The International Baccalaureate (IB) is trialling a pioneering new education programme at a Welsh college, which it hopes to roll out to schools across the world.
Created in partnership with the IB, UWC Atlantic will offer a bespoke, project-based, curriculum focused on addressing complex ‘systemic’ real-world challenges.
The new curriculum, called Systems Transformation Pathway: Leadership for Just Futures, will focus on tackling four global issues: Biodiversity, Energy, Food and Migration. Those behind the new programme say it will shine a light on “transformative change, systems leadership and making the world a fairer place”.
The course will be taken by a group of 20 students coming to UWC Atlantic in September 2023, and the college hopes the pilot will be rolled out to all its students by 2027. More schools around the globe will also be invited to trial the new approach, as part of a wider review by the IB into education for 16-19-year-olds.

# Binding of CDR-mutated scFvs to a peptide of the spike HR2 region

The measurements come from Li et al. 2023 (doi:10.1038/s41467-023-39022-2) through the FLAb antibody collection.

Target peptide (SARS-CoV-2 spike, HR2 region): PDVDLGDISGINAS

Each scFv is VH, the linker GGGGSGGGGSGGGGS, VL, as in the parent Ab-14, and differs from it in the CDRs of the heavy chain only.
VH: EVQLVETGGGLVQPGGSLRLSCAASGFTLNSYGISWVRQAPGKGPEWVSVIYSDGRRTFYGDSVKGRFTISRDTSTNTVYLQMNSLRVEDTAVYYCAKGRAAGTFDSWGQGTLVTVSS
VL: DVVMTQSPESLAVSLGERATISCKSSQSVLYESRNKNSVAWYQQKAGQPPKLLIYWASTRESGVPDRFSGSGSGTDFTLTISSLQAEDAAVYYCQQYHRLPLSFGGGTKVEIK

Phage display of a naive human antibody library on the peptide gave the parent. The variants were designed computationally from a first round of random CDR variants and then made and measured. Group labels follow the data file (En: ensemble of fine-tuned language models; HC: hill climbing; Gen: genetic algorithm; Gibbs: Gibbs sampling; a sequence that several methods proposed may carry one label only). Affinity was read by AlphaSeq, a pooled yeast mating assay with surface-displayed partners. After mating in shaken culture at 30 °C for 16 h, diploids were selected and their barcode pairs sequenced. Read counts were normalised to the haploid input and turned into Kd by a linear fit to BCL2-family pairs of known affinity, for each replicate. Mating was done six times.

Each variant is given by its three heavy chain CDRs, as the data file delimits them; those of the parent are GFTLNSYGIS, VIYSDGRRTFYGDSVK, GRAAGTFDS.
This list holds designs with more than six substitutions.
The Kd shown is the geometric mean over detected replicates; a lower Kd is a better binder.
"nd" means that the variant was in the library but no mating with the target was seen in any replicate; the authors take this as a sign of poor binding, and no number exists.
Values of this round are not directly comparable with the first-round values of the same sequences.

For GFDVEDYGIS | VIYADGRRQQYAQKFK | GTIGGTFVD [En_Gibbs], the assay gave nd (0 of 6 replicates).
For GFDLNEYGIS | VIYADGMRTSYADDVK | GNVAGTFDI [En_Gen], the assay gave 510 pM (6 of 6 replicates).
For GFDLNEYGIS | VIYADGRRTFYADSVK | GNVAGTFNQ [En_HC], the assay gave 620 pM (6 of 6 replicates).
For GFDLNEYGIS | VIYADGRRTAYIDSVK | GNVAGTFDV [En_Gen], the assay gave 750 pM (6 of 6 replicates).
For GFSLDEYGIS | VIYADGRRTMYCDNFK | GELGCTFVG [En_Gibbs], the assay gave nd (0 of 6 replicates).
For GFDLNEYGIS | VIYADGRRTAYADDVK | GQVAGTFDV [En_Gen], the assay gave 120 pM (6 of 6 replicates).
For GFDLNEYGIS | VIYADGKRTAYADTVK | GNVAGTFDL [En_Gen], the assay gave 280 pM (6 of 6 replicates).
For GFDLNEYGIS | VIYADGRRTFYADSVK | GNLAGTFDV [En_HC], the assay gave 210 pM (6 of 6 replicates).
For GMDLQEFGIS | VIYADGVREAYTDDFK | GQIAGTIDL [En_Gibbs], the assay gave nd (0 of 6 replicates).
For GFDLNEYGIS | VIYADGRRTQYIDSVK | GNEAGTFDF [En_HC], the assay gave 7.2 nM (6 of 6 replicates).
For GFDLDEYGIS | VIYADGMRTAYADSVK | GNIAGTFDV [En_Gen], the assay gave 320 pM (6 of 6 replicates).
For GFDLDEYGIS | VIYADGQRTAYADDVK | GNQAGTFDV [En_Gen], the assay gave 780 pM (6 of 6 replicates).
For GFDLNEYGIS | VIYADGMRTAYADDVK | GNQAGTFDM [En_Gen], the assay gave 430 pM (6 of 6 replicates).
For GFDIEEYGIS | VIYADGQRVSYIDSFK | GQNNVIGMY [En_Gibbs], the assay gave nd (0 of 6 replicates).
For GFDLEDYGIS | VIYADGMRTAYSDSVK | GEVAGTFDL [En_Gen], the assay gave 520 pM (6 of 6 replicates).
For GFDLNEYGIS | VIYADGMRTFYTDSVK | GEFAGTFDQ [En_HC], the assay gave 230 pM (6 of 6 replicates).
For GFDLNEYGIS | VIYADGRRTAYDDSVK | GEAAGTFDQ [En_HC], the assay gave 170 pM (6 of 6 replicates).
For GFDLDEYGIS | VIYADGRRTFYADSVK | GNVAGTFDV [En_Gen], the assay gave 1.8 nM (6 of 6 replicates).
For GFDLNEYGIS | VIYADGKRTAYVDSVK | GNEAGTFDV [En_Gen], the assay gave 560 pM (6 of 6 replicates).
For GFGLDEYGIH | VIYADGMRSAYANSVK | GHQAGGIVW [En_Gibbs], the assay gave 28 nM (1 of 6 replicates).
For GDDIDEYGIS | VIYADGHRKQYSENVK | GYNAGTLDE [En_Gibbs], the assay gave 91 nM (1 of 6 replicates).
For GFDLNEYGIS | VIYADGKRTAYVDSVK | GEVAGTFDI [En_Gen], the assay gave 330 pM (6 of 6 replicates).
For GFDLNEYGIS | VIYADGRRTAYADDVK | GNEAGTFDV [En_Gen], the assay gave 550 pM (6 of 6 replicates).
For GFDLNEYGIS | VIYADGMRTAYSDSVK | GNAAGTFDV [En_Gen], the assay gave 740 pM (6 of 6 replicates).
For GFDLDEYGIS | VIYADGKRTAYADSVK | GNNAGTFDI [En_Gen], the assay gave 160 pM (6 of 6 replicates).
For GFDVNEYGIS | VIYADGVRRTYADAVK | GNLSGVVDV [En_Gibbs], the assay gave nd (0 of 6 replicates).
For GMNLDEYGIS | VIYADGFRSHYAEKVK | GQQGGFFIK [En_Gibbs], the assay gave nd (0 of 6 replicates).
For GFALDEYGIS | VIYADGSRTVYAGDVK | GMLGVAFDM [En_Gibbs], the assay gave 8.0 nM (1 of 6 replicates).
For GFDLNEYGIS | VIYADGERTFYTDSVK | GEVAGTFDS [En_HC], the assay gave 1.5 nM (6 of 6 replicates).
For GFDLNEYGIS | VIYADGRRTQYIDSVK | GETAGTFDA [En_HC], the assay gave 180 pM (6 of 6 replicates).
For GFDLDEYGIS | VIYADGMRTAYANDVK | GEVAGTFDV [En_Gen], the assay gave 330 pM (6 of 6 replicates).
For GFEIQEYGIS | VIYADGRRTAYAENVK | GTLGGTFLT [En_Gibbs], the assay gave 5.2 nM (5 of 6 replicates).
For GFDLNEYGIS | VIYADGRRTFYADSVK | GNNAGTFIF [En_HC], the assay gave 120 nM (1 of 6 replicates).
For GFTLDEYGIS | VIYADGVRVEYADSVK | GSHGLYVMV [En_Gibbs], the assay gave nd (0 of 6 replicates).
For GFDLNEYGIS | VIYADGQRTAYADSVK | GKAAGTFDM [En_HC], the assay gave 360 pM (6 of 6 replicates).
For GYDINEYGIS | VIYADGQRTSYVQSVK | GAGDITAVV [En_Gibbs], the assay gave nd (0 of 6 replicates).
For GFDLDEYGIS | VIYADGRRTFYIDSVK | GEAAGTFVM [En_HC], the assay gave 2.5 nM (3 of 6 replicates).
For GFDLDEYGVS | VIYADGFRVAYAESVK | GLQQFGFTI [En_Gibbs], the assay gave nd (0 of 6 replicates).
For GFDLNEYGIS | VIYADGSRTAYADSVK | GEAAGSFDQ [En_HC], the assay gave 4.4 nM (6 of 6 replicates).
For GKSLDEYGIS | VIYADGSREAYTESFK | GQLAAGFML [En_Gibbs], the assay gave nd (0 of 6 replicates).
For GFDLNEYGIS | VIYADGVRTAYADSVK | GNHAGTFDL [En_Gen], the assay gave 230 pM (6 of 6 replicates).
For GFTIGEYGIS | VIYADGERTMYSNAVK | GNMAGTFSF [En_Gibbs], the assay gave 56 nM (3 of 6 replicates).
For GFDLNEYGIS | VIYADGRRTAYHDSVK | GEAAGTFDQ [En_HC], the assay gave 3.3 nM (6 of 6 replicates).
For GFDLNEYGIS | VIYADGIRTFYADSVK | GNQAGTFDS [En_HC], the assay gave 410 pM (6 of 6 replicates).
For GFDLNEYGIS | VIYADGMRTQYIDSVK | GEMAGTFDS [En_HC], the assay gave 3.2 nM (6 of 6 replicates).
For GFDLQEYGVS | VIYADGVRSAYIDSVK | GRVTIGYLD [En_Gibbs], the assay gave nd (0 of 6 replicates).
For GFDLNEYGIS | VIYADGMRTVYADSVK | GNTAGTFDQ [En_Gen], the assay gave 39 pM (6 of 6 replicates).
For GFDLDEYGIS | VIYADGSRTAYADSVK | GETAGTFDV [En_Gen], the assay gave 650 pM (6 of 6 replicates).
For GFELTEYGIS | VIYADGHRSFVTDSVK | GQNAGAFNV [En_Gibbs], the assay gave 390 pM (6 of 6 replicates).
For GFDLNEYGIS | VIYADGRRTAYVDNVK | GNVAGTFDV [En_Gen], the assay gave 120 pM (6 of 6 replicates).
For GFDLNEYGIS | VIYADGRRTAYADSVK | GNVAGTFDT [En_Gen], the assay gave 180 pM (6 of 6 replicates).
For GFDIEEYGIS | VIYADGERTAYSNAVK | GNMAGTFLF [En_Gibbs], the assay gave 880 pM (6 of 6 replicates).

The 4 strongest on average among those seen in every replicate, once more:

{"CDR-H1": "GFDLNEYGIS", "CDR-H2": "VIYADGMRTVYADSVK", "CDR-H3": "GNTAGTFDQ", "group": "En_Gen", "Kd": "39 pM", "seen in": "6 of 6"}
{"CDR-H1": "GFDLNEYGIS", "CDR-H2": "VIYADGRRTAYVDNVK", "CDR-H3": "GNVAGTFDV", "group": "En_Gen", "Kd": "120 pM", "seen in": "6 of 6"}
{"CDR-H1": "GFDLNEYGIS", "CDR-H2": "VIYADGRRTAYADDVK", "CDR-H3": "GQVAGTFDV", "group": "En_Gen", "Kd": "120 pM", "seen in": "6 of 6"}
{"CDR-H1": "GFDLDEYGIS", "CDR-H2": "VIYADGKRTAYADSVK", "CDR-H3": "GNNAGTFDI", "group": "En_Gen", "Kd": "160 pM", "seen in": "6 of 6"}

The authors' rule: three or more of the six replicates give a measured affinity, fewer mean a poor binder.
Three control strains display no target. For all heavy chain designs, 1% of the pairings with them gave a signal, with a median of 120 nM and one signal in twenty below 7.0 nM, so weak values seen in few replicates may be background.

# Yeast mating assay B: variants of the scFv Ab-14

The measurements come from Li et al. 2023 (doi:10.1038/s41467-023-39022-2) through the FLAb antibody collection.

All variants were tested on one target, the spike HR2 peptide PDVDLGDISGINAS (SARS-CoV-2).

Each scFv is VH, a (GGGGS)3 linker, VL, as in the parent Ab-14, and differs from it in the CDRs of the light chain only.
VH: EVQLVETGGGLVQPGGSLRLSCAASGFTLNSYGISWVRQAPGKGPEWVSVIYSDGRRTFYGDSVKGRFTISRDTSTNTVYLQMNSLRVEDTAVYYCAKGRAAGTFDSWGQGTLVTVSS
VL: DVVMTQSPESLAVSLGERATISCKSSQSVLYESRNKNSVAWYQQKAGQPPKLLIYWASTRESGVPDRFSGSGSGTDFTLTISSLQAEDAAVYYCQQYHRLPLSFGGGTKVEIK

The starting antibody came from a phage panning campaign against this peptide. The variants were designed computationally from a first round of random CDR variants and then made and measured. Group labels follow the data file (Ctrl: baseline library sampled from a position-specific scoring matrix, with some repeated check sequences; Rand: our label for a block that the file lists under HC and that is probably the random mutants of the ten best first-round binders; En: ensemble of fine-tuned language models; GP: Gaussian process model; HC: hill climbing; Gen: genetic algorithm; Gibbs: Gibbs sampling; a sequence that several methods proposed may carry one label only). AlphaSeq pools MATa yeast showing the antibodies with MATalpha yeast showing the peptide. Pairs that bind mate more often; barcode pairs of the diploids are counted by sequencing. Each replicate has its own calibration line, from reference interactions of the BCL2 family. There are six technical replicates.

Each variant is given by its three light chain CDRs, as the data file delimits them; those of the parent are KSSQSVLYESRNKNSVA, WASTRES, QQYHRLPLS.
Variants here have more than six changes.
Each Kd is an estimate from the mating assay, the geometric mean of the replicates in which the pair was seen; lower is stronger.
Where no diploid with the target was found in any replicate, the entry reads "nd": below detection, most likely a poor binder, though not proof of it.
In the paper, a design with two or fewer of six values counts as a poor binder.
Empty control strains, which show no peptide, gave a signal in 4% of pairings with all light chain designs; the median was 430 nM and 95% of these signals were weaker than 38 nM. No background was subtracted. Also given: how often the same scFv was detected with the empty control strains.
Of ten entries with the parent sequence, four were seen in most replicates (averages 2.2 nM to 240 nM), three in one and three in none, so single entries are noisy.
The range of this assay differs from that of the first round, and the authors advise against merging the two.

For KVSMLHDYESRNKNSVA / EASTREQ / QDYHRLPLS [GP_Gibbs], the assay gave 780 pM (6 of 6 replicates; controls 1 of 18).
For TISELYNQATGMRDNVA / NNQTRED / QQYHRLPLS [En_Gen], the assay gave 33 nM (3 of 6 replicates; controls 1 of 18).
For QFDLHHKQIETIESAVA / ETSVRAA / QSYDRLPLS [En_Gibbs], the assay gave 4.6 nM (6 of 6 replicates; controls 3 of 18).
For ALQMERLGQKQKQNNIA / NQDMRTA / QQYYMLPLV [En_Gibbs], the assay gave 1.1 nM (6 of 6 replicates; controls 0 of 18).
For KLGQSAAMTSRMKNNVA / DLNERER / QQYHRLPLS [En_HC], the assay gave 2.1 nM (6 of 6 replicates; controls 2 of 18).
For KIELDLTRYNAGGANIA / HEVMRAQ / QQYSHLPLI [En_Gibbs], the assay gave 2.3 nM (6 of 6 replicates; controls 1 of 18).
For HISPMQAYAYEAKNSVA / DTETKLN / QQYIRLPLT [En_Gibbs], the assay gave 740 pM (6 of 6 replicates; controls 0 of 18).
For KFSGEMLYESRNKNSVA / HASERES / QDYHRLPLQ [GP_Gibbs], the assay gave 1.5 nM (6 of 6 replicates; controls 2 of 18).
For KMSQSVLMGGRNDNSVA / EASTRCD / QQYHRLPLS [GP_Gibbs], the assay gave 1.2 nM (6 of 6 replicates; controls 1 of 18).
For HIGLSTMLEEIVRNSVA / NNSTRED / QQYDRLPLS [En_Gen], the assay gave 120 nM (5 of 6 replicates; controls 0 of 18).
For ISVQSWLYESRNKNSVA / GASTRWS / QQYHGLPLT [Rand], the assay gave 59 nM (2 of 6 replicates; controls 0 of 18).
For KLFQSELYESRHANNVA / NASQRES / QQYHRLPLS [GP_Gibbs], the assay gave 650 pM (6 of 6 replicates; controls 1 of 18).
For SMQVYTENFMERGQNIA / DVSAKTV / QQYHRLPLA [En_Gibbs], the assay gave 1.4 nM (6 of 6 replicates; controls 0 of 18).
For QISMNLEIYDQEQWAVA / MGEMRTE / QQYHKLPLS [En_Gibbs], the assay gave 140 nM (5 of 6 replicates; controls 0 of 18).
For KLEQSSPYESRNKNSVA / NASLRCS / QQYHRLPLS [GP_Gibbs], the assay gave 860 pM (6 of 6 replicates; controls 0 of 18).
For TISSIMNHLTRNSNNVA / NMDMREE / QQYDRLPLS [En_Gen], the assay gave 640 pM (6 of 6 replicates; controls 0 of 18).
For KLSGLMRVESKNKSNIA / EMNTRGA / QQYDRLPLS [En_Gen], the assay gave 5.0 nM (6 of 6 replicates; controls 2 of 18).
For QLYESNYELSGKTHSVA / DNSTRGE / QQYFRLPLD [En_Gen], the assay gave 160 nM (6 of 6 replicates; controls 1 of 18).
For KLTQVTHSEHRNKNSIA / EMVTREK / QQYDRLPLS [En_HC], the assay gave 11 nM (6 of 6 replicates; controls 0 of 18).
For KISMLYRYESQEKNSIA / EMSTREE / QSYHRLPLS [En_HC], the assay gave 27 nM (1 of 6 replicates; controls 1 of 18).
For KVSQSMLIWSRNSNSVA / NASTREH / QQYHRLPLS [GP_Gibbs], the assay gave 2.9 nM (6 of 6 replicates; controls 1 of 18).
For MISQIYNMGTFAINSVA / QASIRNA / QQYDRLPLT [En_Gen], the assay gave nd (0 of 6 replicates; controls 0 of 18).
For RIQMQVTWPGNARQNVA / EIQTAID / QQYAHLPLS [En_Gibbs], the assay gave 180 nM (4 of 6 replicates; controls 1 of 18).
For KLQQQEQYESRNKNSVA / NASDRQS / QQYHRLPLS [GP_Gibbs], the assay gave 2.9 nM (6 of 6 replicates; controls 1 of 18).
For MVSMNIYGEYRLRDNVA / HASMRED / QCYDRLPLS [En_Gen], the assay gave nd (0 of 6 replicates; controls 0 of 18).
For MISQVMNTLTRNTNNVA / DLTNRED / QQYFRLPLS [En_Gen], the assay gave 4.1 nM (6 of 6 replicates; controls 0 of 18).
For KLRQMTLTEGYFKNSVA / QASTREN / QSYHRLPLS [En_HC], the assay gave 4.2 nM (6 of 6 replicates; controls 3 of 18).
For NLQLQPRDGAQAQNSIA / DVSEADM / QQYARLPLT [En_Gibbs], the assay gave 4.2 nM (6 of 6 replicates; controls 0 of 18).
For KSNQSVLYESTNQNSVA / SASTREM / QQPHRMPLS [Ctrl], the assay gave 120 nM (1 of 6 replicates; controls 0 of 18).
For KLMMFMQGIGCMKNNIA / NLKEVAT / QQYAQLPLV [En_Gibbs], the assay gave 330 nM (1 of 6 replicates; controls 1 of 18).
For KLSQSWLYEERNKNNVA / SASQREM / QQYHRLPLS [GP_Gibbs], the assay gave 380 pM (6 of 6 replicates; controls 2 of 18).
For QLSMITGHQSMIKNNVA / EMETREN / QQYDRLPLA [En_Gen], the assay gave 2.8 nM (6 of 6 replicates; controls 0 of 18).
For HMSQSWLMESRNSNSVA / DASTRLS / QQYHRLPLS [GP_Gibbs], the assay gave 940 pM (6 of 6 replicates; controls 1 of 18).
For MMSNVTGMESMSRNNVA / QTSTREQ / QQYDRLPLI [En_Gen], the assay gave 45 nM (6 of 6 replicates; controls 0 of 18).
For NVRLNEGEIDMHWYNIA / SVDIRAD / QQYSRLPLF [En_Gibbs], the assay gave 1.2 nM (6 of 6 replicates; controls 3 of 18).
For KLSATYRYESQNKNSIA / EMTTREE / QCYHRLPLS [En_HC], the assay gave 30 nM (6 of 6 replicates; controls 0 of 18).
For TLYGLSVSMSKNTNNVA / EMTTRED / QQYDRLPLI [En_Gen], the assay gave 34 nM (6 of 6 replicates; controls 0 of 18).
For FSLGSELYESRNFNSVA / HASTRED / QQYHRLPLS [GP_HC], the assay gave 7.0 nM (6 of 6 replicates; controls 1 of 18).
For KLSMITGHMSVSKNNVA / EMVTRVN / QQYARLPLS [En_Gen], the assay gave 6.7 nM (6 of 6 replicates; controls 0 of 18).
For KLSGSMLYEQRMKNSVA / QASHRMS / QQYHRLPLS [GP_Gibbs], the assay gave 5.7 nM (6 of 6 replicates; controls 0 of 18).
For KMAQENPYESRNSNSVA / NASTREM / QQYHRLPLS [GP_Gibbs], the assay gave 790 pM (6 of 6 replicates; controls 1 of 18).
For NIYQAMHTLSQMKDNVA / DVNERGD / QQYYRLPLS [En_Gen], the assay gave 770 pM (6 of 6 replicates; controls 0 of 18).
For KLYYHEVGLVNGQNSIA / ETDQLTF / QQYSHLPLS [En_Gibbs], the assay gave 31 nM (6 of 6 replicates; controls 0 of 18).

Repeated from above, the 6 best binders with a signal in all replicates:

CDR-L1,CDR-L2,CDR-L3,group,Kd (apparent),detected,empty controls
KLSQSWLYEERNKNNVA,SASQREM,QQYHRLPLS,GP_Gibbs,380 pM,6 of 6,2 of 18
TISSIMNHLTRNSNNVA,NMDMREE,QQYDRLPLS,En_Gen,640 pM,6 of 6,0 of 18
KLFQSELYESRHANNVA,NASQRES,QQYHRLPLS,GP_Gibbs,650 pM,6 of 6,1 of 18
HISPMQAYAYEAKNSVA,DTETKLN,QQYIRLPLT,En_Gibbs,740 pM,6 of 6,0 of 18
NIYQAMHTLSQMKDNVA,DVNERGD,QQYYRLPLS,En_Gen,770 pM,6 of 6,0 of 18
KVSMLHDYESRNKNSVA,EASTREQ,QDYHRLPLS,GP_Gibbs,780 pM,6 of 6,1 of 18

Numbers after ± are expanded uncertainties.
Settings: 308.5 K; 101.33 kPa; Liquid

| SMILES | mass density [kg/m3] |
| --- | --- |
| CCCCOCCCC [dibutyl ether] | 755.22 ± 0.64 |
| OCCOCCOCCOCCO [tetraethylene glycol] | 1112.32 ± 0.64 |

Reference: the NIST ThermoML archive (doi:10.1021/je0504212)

The college’s principal Naheed Bardai said that he wants students to be able to “go beyond treatment symptoms” of the world’s challenges, such as climate change, and be able to offer systems wide solutions that get to the root cause.
Naheed Bardai, Principal, UWC Atlantic, said: “A more forward looking and relevant education for today’s youth is long overdue. This bold and courageous partnership between UWC Atlantic and the IB intends to do just that.”
Students taking part will not be assessed by traditional exams, but will still be awarded the full International Baccalaureate Diploma.
Olli-Pekka Heinonen, IB Director General, said: “Graduates of this new IB Diploma pathway will leave UWC Atlantic uniquely empowered. They’ll learn how to organise at scale and address systemic challenges, balancing the ‘why’ of systems thinking with the ‘now what?’ of transformative change, inspired to secure a just future for our people and planet.”